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House January 6 committee chair threatens contempt if Meadows doesn't appear for deposition

Trump aides subpoenaed in Capitol riot probe
House committee subpoenas former Trump advisers in Capitol riot probe 08:00

The House select committee investigating the January 6 attack on the U.S. Capitol is threatening to seek a contempt referral against former Trump White House chief of staff Mark Meadows if he does not appear for a deposition on Friday morning. 

Committee chair Representative Bennie Thompson issued the warning in a publicly released letter to Meadows' attorney, George Terwilliger, accusing Meadows of resisting the panel's demands for documents and testimony and rejecting any grounds for non-compliance.

"Simply put, there is no valid legal basis for Mr. Meadows's continued resistance to the Select Committee's subpoena," Thompson wrote. 

Thompson said Meadows had failed to produce any documents sought by the panel, and instructed him to produce those records on Friday morning. Thompson said Meadows must produce a log describing any records he believes are privileged, and the basis for withholding them. 

Chief Of Staff Mark Meadows Briefs Media At The White House
White House Chief of Staff Mark Meadows talks to reporters at the White House on October 21, 2020 in Washington, DC. TASOS KATOPODIS / Getty Images

The standoff between Meadows and the committee comes as it faces a growing problem of stonewalling witnesses, including former White House chief strategist Steve Bannon and former Justice Department official Jeffrey Clark. The House in October referred Bannon for criminal contempt, a matter now before the Justice Department.

Hours before Thompson's letter, Terwilliger in a statement to CBS News made clear Meadows would not cooperate with the committee unless ordered by a court to do so. 

Deputy White House counsel Jonathan Su notified Terwilliger in a letter on Thursday morning that President Biden would not assert executive privilege or immunity over the former congressman's documents and testimony. 

Su wrote  "President Biden recognizes the importance of candid advice," and protecting senior White House staff from testifying about their conversations concerning the President's duties when appropriate.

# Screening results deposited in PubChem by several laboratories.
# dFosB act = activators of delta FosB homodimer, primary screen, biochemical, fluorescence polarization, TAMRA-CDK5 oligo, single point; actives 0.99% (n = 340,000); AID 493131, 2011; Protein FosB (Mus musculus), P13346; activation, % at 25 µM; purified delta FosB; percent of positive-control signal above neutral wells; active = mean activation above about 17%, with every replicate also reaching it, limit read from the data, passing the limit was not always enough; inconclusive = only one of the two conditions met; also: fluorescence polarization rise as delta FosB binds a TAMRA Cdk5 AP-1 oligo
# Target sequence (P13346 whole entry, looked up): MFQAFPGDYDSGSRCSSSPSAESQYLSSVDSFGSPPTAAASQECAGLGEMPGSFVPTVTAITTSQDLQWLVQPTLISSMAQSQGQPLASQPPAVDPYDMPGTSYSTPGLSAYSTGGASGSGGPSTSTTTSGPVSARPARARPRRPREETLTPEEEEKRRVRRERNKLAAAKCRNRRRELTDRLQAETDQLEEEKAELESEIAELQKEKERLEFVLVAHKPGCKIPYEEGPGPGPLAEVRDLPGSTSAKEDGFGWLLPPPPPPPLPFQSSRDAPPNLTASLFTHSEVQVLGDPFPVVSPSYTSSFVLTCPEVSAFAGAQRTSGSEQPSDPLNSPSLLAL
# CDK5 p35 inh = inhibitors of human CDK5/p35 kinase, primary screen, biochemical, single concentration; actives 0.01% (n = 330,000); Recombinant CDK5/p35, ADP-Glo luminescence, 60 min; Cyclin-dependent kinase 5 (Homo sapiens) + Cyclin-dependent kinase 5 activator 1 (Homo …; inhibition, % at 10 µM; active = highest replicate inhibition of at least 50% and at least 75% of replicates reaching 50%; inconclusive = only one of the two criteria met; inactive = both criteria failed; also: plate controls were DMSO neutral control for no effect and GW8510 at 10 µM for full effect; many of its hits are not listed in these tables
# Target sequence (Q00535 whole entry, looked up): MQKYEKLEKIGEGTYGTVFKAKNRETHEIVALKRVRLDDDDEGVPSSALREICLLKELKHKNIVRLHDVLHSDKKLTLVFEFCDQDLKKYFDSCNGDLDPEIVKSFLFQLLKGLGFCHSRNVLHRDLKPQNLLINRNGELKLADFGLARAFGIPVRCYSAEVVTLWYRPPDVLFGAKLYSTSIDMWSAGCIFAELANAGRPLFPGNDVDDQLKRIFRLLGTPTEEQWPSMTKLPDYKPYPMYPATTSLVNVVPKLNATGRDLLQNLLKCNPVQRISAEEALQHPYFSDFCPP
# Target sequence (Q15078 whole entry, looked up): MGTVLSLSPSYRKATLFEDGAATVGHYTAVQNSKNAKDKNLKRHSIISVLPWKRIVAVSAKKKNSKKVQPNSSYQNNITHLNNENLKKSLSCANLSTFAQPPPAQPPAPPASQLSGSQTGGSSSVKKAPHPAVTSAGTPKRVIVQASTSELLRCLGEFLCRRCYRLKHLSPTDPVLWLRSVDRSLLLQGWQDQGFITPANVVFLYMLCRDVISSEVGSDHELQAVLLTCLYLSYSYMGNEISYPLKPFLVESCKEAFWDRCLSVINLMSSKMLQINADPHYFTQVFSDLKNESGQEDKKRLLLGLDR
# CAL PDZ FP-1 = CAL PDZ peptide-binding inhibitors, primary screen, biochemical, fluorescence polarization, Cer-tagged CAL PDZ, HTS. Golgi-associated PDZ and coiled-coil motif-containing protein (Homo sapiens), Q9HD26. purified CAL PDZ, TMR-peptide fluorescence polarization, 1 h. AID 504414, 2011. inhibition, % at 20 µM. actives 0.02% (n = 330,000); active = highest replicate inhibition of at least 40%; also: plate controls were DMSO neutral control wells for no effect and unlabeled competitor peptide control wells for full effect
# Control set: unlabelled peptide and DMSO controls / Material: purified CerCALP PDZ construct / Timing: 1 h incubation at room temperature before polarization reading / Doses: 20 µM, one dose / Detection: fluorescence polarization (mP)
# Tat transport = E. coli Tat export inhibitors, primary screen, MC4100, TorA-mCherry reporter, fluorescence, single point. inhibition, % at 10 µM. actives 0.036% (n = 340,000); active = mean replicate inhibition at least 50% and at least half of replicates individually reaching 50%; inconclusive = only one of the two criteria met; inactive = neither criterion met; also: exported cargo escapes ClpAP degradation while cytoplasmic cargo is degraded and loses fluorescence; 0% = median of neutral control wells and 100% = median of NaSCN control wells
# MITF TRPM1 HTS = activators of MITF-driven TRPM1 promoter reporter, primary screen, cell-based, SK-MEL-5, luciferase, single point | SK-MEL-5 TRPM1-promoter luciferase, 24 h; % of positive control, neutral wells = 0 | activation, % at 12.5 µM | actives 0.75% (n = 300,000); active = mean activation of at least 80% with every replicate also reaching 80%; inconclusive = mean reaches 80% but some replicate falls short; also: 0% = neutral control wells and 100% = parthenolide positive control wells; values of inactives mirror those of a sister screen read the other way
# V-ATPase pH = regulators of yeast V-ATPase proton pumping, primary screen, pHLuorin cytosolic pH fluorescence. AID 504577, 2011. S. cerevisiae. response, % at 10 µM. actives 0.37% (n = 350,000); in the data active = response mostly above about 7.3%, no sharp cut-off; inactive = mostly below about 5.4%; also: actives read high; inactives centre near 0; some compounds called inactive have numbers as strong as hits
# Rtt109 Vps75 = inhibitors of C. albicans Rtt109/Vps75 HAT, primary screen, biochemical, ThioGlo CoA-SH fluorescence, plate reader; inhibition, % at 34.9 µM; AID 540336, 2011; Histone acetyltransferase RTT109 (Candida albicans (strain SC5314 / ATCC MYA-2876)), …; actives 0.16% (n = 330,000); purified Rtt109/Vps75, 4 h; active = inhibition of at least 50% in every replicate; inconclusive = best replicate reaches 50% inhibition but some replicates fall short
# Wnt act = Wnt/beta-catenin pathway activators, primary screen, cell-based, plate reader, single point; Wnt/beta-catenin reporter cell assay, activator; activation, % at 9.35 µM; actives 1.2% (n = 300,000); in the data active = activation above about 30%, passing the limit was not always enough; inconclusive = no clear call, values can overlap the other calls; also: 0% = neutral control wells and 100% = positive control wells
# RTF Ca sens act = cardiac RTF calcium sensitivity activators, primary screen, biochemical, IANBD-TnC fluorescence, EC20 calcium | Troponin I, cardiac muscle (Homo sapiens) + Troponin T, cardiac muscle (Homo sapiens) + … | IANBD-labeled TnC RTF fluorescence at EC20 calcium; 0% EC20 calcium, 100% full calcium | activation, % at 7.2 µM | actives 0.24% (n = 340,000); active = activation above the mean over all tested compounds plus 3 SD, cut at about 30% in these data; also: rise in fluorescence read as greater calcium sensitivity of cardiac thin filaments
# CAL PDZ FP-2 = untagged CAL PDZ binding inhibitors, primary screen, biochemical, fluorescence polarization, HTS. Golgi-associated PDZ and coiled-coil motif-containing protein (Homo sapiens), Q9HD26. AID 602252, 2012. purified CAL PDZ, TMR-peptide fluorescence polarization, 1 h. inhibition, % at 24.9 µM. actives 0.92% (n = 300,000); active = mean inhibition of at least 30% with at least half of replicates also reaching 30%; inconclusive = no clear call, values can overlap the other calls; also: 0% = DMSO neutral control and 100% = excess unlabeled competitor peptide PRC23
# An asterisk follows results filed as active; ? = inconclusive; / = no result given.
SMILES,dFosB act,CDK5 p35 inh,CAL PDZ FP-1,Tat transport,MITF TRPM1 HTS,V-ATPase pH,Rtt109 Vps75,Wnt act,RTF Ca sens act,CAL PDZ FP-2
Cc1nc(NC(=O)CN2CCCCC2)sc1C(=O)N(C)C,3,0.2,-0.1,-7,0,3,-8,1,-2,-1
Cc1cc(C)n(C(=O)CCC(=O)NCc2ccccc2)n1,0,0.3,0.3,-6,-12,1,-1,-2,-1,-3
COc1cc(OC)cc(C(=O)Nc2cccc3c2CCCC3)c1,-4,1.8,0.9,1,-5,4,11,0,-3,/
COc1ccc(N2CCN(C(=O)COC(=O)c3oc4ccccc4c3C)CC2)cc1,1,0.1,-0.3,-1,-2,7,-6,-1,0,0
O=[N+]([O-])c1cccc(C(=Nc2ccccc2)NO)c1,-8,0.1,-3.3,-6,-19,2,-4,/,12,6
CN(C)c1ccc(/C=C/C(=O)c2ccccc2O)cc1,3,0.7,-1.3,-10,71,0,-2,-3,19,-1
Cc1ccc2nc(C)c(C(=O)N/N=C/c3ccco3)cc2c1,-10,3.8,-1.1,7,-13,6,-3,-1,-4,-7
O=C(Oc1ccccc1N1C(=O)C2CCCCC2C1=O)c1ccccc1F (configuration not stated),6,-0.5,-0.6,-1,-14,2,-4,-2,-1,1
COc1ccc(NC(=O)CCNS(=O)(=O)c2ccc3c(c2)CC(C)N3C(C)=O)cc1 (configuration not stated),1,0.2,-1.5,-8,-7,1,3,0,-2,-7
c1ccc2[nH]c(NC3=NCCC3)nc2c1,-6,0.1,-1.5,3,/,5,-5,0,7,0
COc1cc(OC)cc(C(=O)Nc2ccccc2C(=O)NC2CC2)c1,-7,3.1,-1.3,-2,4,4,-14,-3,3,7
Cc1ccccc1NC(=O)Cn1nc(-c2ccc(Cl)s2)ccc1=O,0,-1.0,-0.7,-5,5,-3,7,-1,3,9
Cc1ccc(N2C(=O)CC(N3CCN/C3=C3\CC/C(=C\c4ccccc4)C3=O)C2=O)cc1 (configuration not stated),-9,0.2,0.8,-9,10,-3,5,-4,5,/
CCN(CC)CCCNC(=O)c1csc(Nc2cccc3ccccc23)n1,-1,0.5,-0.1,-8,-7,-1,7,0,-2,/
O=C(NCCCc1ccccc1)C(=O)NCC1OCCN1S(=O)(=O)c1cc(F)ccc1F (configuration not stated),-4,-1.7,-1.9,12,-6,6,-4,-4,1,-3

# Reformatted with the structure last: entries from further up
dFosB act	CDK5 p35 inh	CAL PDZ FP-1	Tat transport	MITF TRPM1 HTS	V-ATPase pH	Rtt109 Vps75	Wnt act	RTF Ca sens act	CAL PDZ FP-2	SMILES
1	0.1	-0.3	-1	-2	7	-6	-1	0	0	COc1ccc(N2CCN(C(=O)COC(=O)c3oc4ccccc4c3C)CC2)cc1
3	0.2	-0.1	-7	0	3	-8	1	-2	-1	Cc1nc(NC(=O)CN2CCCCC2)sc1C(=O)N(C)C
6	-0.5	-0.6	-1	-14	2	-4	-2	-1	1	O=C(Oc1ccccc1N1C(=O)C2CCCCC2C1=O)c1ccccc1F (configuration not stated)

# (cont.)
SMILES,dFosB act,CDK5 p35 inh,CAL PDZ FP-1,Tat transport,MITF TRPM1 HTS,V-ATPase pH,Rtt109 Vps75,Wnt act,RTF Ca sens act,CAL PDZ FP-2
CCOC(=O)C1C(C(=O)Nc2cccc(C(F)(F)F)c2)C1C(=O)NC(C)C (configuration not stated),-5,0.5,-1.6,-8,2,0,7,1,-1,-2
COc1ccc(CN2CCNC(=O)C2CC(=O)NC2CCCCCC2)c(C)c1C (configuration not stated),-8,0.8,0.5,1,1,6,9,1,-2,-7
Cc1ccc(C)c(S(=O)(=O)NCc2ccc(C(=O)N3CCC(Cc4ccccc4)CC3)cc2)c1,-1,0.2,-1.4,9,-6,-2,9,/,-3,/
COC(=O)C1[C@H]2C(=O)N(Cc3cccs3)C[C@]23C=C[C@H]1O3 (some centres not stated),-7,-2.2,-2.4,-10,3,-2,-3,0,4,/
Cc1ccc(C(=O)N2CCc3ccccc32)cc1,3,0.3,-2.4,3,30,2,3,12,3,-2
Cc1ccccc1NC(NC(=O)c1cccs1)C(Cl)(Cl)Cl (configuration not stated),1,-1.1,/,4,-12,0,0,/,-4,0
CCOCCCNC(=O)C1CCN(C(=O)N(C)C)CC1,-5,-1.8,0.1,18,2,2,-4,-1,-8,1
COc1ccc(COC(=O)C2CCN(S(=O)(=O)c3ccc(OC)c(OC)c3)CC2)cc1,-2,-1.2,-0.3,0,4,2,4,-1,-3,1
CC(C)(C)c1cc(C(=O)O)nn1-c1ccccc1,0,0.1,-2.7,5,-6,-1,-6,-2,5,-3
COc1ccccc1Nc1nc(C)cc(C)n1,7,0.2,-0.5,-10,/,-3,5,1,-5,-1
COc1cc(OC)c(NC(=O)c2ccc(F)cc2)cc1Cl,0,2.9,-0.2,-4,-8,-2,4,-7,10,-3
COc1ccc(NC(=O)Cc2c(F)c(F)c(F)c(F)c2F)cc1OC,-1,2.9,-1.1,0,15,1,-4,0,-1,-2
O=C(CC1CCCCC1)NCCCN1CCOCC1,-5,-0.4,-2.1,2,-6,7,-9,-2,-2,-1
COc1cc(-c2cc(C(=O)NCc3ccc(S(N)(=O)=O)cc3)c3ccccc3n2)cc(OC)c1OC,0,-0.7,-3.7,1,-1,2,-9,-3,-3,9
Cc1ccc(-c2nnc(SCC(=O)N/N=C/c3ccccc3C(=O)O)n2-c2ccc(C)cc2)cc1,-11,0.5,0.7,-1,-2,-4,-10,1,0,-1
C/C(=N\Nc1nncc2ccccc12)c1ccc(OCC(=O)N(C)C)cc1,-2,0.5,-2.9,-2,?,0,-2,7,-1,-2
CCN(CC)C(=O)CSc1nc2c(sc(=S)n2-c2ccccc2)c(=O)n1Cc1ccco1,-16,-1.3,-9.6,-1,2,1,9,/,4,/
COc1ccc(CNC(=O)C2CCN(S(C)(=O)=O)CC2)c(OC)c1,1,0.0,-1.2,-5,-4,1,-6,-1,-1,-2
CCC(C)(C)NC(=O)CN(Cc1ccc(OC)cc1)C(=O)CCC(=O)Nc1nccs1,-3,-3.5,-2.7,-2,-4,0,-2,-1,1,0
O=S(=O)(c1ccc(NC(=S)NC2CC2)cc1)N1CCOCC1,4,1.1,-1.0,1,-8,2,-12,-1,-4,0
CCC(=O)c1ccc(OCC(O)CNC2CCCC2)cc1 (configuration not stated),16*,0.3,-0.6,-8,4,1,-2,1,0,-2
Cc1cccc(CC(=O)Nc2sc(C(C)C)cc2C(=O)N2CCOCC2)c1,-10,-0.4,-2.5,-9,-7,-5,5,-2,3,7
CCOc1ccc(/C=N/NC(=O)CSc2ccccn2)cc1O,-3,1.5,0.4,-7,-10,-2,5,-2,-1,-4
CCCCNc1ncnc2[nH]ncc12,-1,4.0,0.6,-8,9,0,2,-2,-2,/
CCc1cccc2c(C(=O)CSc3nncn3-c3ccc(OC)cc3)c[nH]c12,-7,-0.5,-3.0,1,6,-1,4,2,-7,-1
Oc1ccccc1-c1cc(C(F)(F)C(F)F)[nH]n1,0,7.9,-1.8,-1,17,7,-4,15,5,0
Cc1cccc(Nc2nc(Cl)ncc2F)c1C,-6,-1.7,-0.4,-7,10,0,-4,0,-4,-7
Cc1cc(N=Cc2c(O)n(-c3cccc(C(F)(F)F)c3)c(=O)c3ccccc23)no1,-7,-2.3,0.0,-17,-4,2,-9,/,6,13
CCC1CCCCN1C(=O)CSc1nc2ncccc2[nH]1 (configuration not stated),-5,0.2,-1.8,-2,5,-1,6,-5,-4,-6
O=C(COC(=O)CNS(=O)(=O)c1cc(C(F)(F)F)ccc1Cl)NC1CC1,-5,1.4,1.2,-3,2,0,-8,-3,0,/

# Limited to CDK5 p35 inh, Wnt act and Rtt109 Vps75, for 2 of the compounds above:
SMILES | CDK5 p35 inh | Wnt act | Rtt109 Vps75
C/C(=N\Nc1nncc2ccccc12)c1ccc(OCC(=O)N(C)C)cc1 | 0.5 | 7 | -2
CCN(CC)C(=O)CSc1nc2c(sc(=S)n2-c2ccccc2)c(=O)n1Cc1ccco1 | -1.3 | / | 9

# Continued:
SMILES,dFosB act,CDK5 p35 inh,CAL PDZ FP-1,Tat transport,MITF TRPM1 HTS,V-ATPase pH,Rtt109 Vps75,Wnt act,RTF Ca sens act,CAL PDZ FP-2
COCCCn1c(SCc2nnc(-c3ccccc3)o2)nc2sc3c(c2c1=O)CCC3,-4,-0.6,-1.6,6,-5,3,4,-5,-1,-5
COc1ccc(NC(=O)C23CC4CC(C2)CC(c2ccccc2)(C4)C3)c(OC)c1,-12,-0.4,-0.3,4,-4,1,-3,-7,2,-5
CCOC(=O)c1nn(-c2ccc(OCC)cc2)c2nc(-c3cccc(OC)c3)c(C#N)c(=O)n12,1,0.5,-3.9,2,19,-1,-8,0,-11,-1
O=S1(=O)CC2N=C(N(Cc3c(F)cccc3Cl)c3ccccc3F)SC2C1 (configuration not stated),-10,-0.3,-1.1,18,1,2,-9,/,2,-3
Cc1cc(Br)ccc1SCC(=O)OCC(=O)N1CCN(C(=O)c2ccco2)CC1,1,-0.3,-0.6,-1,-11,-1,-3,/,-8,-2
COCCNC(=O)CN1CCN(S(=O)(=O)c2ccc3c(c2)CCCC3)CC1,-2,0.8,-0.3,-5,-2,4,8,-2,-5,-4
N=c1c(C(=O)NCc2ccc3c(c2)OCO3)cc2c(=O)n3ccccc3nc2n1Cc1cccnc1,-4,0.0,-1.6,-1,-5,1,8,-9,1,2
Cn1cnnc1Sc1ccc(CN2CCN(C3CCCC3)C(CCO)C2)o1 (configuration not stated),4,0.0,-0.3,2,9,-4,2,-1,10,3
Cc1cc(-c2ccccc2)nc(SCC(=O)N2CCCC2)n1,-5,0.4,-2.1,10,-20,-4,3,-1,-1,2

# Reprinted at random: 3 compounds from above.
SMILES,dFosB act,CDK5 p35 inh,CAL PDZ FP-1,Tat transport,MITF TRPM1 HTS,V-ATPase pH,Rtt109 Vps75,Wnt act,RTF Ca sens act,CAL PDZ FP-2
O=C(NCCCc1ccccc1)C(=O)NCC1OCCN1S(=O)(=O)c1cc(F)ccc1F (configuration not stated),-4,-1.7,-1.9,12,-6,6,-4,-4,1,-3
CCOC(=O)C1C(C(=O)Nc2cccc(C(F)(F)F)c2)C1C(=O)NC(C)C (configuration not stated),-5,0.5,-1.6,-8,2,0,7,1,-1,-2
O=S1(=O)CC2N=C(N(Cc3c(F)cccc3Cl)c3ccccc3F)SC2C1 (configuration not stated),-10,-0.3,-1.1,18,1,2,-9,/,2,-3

"But in recognition of these unique and extraordinary circumstances, where Congress is investigating an effort to obstruct the lawful transfer of power under our Constitution, President Biden has already determined that an assertion of executive privilege is not in the public interest," Su wrote. 

In his statement, Terwilliger said the decision ran "(c)ontrary to decades of consistent bipartisan opinions from the Justice Department that senior aides cannot be compelled by Congress to give testimony."

"Mr. Meadows remains under the instructions of former President Trump to respect longstanding principles of executive privilege.  It now appears the courts will have to resolve this conflict," he said. .

House Speaker Nancy Pelosi created the House select committee earlier this year to investigate the January 6 attack, when thousands of Trump supporters descended on the Capitol as Congress counted the electoral votes, a largely ceremonial final step affirming President Biden's victory. Lawmakers were sent fleeing amid the riot, which led to the deaths of five people and the arrests of hundreds more. Mr. Trump, who encouraged his supporters to "walk over" to the Capitol during the Stop the Steal rally, was impeached by the House one week later for inciting the riot but was later acquitted by the Senate

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